It’s one of the most historic waterways in the world, but river cruises on Russia’s Volga River are becoming a rare commodity. Geopolitical issues have seen the reduction of these voyages in recent years, though there are still cruise lines that continue to be committed to the region.
The vast majority of river cruises through Russia operate between Moscow to St. Petersburg,. Itineraries tend to be just shy of two weeks in duration, with no weeklong options. This makes these voyages ideal for adventurous travellers or “port collectors” who want to see something different and don’t mind committing the time and financial resources to do so.
Despite the recent controversy surrounding some of the decisions that Russia has made politically, the country remains one of the most fascinating destinations for river cruisers. River cruises frequently include visits to multiple UNESCO World Heritage sites, including the city of Yaroslavl, which is recognized for its historic town center and numerous 17th century churches.
Other historic sites abound. In Uglich, guests can visit the church of St. Dmitry on the Blood, which commemorates the murder of 10 year old Dmirty Ivanovich, youngest son of Ivan the Terrible, in 1591.
Most itineraries are also structured to provide guests with ample time in both St. Petersburg and Moscow without the need for costly pre-and-post hotel stays. Viking River Cruises’ Waterways of the Tsars itinerary, for example, includes four days in St. Petersburg and three in Moscow.
So who offers river cruises through Russia? At the moment, there are three major lines that all feature departures in the region: Scenic, Uniworld Boutique River Cruise Collection, and Viking River Cruises.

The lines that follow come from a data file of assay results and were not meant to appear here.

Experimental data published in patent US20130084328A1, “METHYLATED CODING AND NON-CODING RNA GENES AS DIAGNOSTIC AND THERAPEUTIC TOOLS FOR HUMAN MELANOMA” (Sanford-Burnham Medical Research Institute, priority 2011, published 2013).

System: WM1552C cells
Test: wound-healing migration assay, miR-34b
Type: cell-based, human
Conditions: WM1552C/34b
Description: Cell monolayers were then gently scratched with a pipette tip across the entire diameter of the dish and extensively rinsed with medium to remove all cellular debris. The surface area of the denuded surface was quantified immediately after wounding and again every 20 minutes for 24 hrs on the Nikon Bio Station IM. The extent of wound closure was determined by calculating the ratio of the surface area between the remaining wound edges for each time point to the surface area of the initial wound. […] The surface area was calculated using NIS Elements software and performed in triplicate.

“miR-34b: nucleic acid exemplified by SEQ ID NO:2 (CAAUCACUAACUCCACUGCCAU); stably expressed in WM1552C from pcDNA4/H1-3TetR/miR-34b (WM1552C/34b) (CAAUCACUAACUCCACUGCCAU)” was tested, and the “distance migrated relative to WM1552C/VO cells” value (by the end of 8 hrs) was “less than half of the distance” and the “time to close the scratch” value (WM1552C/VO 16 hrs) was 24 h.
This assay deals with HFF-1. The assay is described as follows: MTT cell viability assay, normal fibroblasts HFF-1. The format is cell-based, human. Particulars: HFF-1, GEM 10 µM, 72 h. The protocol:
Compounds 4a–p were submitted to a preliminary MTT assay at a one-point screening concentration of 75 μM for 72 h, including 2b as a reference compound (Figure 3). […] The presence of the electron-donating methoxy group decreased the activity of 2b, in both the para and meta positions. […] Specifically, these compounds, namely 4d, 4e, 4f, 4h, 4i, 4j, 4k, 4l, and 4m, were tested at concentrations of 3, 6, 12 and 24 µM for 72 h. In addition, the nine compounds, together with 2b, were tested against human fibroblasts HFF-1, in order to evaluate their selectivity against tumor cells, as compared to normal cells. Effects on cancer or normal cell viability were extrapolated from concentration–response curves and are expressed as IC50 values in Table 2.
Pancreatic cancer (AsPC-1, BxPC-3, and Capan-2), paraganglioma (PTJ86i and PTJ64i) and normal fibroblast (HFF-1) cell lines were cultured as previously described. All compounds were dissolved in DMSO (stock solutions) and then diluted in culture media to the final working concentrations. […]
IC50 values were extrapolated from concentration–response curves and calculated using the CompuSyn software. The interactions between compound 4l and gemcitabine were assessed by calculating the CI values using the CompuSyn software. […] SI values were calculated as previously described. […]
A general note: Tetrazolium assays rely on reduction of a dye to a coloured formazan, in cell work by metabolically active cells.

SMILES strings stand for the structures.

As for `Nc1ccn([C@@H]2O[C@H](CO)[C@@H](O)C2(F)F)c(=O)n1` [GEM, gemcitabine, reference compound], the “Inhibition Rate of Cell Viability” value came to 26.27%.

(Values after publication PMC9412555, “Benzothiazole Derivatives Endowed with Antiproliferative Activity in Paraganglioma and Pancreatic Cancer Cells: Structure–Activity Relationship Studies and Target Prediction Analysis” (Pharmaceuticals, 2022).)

Of the three, it should come as no surprise that Viking offers more sailings along the Volga than any other river cruise line. The company got its start in Russia back in 1997, and is in the unique position to own its ships outright (other companies tend to charter their ships due to Russia’s myriad of rules and regulations).
It’s also interesting to note that some lines – like AmaWaterways used to offer river cruises through Russia, but stopped following Russia’s involvement with the Ukraine. AmaWaterways in particular had put a lot of time, energy and resources into upgrading its ship (AmaKatarina) just before the current crisis, and could certainly be ready to re-start Volga River cruises should the opportunity arise. For the 2017 season, though, AmaWaterways has no current plans to do so.
Who Offers River Cruises In Russia?
|LINE||OFFERS RIVER CRUISES IN RUSSIA?||SEASON||ITINERARIES||SHIP|
|CroisiEurope||Yes||May 6 - September 23, 2017||Various*||Rostropovich, Lev Tolstoi|
|Scenic||Yes||May 14 - September 3, 2017||15-day 'Jewels of Russia'||Scenic Tsar|
|Uniworld Boutique River Cruise Collection||Yes||May 19 - July 18, 2017||13-day "Imperial Waterways of Russia"||River Victoria|
|Viking River Cruises||Yes||May 5 - October 11, 2017||13-day "Waterways of the Tsars"||Viking Akun, Viking Helgi, Viking Ingvar, Viking Truvor|
|* AmaWaterways used to operate river cruises in Russia until the run was cancelled indefinitely for the 2015 season onward.||* Many of CroisiEurope's itineraries in Russia are geared towards a French-speaking audience.|
For the adventurous traveller, now could be the best time to go to Russia. Like river cruises on Egypt’s Nile River, demand is lower – and that means that ships don’t frequently sell out. River cruises through Russia are also an excellent opportunity to learn more about a country that is mentioned with casual, even dismissive passing in North America, but without any real understanding of the issues that average Russian citizens face. Like any kind of travel, it is an opportunity to learn and be educated as well as entertained.
Curious to know more about Russian river cruising? River Cruise Advisor contributor K.D. Leperi recently wrote about experiences on the Volga with Viking River Cruises. Click here to read the full story.